|Another small Virginia town copes with Wal-Mart|
ASHLAND, Va. – Kilmarnock is not the only small Virginia community to face the prospect of its quaint and peaceful ways being jolted by the arrival of retail giant Wal-Mart. In 2001, Ashland, a community of about 7,500 people some 85 miles west of Kilmarnock, found itself in the same situation.
The Wal-Mart store in Ashland, Va., is anything but busy on a holiday weekend.
“We had kind of a unique problem, since Wal-Mart already owned the land and the zoning was in place for the store,” said Bill Ewald, owner of the Bell, Book and Candle Book store on Railroad Avenue.
“They were coming and there was nothing we could do about it.”
But Wal-Mart had purchased an adjacent parcel and applied to rezone it for a strip shopping center. That’s when the fireworks began.
“Oh, there were town meeting and lots of protests. We even hired a consultant from California to tell us how to fight it,” Bill recalls.
“In the end, it didn’t do much good.”
Across the street, Cathy Waldrop owns Cross Brothers’ Grocery, the kind of small “mom and pop” market rarely seen outside a very small town or a New York City neighborhood. She remembers going to all the meetings.
“The town council was all in favor of it, and they told us there was nothing we could do. Maybe they were right, but none of them are still on the council – they all were defeated in the next election,” she said.
The Ashland business community was joined by a citizens group called “the Pink Flamingos,” and their anti-Wal-Mart campaign made national news. PBS came down and filmed a documentary. In the end, the folks from Arkansas carried the day.
Three years ago Wal-Mart opened its Super Center on the edge of town, about a quarter mile off Route 54 and I-95. And what has been its impact?
“Actually, it hasn’t been that bad,” Bill said. “I’m not aware that its put anyone out of business. In fact, its hard to say much bad about it.”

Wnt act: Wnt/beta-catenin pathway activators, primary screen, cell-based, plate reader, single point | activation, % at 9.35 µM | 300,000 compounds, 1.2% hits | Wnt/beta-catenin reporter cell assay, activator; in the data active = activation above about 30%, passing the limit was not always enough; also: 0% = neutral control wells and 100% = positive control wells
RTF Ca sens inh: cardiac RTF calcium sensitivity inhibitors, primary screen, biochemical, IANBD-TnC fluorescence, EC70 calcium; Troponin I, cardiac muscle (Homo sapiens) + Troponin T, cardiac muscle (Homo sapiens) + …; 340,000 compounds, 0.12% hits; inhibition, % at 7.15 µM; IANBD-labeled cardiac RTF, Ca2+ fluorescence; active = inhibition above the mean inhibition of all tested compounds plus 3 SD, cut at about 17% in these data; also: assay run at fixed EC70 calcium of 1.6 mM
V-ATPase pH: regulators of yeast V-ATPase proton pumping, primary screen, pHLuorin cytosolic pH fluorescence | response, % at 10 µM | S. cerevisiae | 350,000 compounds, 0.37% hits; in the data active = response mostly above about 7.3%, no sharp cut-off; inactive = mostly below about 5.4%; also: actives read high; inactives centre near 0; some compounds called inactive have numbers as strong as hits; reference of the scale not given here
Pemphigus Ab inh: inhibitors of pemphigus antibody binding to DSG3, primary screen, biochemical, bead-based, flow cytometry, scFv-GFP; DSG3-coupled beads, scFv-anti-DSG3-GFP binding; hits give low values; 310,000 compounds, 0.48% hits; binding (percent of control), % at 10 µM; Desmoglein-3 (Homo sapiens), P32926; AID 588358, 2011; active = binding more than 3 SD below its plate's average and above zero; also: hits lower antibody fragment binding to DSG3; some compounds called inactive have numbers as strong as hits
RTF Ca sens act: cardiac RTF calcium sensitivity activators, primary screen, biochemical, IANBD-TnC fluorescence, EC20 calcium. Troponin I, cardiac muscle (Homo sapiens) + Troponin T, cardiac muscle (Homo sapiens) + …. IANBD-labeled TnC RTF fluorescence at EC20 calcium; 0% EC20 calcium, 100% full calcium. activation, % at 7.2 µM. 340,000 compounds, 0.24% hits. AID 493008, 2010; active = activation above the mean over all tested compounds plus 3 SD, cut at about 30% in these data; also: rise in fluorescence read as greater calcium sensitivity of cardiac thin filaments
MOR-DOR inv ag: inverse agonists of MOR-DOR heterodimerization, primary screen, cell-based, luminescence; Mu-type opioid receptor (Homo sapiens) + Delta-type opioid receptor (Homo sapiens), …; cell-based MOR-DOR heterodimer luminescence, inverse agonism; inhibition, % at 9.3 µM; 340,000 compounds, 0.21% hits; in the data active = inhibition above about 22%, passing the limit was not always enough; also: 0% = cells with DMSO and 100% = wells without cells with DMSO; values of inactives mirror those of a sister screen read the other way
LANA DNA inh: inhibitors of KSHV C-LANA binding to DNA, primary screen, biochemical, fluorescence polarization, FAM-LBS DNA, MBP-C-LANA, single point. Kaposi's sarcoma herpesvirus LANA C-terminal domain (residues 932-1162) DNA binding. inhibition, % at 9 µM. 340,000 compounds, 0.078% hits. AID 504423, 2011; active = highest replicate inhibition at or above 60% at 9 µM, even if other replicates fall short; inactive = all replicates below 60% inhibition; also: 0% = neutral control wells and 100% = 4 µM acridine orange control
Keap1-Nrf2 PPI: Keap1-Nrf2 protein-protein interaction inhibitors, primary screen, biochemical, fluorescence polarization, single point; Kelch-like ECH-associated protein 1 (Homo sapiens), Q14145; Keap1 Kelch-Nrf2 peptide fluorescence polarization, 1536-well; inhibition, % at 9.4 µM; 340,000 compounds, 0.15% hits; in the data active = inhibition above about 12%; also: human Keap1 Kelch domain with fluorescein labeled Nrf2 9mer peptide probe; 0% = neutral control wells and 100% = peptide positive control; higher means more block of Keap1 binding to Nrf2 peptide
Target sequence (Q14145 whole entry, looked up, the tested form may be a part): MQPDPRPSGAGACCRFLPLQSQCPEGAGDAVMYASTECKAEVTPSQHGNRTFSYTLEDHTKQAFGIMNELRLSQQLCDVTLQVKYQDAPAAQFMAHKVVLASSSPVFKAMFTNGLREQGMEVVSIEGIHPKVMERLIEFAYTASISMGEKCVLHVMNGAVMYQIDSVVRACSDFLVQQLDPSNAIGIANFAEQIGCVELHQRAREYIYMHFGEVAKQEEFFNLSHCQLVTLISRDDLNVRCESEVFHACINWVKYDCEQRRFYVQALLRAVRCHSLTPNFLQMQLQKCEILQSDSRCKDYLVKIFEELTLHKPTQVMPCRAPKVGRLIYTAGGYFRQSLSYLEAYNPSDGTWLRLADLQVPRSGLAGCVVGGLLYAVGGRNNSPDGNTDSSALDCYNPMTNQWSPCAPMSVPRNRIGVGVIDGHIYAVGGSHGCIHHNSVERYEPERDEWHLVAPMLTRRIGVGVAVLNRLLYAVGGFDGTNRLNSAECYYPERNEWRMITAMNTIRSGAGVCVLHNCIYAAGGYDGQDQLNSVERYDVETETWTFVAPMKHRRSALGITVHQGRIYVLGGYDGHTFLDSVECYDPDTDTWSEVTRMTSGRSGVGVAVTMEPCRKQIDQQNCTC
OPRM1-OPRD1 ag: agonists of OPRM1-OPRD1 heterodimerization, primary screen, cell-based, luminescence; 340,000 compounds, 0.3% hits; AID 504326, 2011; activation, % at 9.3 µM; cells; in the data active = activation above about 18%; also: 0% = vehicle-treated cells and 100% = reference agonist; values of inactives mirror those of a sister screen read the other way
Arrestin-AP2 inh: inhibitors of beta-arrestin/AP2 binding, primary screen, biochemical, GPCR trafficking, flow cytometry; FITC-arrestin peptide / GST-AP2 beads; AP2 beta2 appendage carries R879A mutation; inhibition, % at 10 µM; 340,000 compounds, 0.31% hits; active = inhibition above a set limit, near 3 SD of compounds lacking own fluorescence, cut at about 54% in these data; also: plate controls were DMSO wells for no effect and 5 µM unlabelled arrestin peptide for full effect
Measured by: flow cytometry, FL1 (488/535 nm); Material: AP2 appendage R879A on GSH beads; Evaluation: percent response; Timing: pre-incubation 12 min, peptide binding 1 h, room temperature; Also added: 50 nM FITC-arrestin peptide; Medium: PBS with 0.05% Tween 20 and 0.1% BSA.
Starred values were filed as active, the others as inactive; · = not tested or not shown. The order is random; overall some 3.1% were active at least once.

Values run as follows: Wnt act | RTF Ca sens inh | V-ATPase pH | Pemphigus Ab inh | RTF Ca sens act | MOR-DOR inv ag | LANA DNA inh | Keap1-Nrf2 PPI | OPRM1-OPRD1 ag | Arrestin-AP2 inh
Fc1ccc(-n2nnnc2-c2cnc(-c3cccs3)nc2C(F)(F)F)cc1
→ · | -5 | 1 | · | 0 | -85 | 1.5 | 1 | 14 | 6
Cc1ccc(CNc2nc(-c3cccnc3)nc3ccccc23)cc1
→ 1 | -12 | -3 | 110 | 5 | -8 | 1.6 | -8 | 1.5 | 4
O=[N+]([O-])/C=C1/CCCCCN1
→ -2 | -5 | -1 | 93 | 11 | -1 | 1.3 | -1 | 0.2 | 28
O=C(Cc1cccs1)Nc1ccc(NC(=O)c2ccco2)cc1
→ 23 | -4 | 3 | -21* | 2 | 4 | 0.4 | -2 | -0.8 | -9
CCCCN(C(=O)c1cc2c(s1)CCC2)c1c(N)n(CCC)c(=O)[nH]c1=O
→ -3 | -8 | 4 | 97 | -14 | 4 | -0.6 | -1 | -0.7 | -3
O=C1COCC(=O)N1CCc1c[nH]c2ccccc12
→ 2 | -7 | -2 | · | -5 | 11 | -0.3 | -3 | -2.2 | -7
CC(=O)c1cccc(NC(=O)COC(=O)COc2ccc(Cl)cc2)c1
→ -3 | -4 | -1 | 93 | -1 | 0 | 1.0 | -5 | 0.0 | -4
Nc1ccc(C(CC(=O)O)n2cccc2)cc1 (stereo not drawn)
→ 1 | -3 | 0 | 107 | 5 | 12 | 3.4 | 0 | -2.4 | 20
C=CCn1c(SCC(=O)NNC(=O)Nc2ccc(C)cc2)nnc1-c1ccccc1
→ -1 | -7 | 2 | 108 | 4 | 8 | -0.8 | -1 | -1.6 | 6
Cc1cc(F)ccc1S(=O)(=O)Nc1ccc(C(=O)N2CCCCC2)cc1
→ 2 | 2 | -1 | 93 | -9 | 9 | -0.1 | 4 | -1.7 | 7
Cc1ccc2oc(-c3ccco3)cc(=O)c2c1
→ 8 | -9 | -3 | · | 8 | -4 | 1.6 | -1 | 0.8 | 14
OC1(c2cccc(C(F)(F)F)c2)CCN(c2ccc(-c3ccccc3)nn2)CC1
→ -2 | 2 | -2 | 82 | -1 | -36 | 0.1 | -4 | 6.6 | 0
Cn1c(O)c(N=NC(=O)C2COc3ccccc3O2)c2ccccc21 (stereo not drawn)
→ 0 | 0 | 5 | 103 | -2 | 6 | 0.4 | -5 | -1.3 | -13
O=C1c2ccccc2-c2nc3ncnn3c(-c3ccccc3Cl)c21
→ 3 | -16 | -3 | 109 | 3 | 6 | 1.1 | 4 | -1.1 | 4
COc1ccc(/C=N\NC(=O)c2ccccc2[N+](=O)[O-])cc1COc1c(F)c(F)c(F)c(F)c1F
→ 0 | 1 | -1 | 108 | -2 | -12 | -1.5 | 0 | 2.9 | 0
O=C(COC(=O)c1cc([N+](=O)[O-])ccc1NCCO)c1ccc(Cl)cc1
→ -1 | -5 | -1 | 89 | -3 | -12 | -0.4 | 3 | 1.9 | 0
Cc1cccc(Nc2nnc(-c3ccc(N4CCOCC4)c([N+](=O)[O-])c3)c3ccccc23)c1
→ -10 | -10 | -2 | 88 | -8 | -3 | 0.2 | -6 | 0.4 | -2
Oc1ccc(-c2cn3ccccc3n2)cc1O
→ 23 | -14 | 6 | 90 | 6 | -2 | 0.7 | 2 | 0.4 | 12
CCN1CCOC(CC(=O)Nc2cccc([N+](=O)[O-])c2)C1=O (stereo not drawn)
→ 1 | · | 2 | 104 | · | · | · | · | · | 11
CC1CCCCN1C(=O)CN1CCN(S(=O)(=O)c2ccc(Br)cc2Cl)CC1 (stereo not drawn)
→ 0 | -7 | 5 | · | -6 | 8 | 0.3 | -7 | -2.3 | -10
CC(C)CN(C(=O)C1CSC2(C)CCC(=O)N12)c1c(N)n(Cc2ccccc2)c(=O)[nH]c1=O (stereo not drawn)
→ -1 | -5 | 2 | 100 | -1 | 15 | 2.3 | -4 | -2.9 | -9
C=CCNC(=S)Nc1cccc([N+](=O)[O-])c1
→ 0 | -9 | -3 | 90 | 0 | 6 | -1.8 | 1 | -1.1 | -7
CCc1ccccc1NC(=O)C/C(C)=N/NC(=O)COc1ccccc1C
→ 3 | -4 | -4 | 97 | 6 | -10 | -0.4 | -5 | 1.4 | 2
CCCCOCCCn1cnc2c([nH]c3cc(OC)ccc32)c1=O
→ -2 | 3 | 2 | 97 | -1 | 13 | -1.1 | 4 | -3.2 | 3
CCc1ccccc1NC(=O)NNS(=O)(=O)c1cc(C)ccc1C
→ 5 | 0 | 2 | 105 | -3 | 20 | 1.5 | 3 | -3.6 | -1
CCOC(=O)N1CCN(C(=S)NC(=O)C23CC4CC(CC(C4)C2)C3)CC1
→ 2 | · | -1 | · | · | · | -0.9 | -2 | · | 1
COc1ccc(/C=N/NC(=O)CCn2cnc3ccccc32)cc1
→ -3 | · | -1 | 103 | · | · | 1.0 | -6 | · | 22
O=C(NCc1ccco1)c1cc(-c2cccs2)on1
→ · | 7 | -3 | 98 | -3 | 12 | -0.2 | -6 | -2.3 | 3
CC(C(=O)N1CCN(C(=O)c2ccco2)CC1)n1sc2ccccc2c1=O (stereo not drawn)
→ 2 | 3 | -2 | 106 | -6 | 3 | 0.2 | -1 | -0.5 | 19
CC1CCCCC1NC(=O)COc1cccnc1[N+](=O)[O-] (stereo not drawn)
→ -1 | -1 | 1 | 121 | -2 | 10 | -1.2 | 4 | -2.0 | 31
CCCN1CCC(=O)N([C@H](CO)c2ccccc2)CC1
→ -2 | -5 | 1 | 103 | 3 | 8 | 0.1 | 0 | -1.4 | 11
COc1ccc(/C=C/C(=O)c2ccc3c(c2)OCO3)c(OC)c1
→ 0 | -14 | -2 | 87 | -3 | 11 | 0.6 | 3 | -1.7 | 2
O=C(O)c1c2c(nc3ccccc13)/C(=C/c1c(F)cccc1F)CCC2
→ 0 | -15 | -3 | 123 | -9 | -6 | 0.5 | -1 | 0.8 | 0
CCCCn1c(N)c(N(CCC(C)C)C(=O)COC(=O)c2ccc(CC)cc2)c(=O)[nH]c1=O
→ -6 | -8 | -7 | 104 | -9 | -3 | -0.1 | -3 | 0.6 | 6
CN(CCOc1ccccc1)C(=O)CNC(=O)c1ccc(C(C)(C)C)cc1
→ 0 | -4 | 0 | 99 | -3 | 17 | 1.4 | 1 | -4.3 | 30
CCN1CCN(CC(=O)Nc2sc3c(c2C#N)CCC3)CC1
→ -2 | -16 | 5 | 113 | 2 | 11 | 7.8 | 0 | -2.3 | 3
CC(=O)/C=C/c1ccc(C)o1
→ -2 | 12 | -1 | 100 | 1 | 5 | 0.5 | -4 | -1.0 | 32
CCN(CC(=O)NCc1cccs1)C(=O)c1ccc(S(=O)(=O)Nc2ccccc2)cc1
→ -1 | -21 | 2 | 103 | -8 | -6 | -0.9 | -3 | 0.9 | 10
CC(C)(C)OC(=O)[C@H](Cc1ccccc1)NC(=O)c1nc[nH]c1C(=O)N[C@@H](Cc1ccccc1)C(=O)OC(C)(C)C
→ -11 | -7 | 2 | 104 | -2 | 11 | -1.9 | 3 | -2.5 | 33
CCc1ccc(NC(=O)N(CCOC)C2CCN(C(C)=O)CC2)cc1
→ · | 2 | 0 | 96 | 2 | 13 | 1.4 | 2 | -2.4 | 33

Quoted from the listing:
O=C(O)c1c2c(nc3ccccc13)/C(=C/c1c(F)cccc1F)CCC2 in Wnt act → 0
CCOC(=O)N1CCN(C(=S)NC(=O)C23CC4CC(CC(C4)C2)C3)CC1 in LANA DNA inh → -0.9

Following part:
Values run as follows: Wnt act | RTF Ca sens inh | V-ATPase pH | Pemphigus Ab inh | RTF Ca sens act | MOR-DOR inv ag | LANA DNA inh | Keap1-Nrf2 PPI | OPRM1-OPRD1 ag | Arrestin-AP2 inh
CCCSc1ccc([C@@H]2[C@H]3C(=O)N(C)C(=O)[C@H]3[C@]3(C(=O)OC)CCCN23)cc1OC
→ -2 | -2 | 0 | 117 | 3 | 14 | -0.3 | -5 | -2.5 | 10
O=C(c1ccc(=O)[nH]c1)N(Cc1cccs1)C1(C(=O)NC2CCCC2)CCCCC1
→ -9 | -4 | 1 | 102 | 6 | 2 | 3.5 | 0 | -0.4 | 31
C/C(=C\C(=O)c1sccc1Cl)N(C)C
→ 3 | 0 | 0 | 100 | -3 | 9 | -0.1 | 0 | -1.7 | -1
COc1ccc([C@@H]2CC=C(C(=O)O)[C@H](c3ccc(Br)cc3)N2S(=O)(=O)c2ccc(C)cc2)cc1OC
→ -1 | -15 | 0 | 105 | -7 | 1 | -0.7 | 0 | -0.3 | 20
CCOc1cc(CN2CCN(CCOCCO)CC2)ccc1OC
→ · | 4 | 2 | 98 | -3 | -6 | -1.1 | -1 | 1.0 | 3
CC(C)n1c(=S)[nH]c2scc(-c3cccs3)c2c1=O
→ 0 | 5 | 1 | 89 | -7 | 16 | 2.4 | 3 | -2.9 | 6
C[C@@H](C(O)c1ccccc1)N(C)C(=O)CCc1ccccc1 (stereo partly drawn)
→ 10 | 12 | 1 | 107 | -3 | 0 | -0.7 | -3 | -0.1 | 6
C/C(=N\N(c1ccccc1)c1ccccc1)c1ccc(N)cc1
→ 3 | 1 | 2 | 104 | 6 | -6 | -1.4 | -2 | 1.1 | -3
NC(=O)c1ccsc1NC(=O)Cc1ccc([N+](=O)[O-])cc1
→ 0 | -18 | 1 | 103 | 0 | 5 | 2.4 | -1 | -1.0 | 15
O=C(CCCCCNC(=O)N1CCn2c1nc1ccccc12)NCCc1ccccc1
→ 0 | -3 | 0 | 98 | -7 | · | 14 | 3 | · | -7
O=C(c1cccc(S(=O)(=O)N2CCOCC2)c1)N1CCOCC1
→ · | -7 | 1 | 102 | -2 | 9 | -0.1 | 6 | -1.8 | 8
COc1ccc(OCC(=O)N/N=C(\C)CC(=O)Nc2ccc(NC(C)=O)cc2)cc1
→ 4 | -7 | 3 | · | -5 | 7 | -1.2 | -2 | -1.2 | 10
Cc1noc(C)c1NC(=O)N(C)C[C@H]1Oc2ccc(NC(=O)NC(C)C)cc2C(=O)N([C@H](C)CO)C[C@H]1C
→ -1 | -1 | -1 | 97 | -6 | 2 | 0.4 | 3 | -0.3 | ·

A few doors down from Book, Bell and Candle is Cobblestone Bicycles, with a spacious showroom full of expensive mountain bikes. Mechanic Matt Harris says business is good in spite of Wal-Mart.
“We don’t really compete, since we provide bikes to the middle to higher market. Our cheapest mountain bike is $200,” Matt said.
“In fact, we get some of their bikes in here for repairs, so I guess you could say they’ve helped our business.”
Cathy definitely doesn’t see Wal-Mart as a benefit, but admits she and her husband have been able to hang on by providing things that Wal-Mart doesn’t.
“We still deliver groceries to our customers. Customers have personal charge accounts here. You won’t find that at Wal-Mart,” she said.
Bill agrees with that defensive strategy, noting that his emphasis on used books and hard to find volumes is very different from Wal-Mart, with its emphasis on best sellers.
Ashland does, indeed, have an air of prosperity. The quaint downtown takes advantage of the railroad motif (a track runs through the center of town) and the downtown location of Randolph Macon College. An upscale toy store and several restaurants are among the retailers along Railroad Avenue.
Cathy suggests it’s Wal-Mart that may have its work cut out to find true happiness in Ashland. On a recent Monday holiday, the Wal-Mart parking lot was only half full, and checking out required no waiting. Cathy says Wal-Mart is petitioning the town to extend a street so that it has more direct access to Route 54, and the flow of shoppers headed downtown.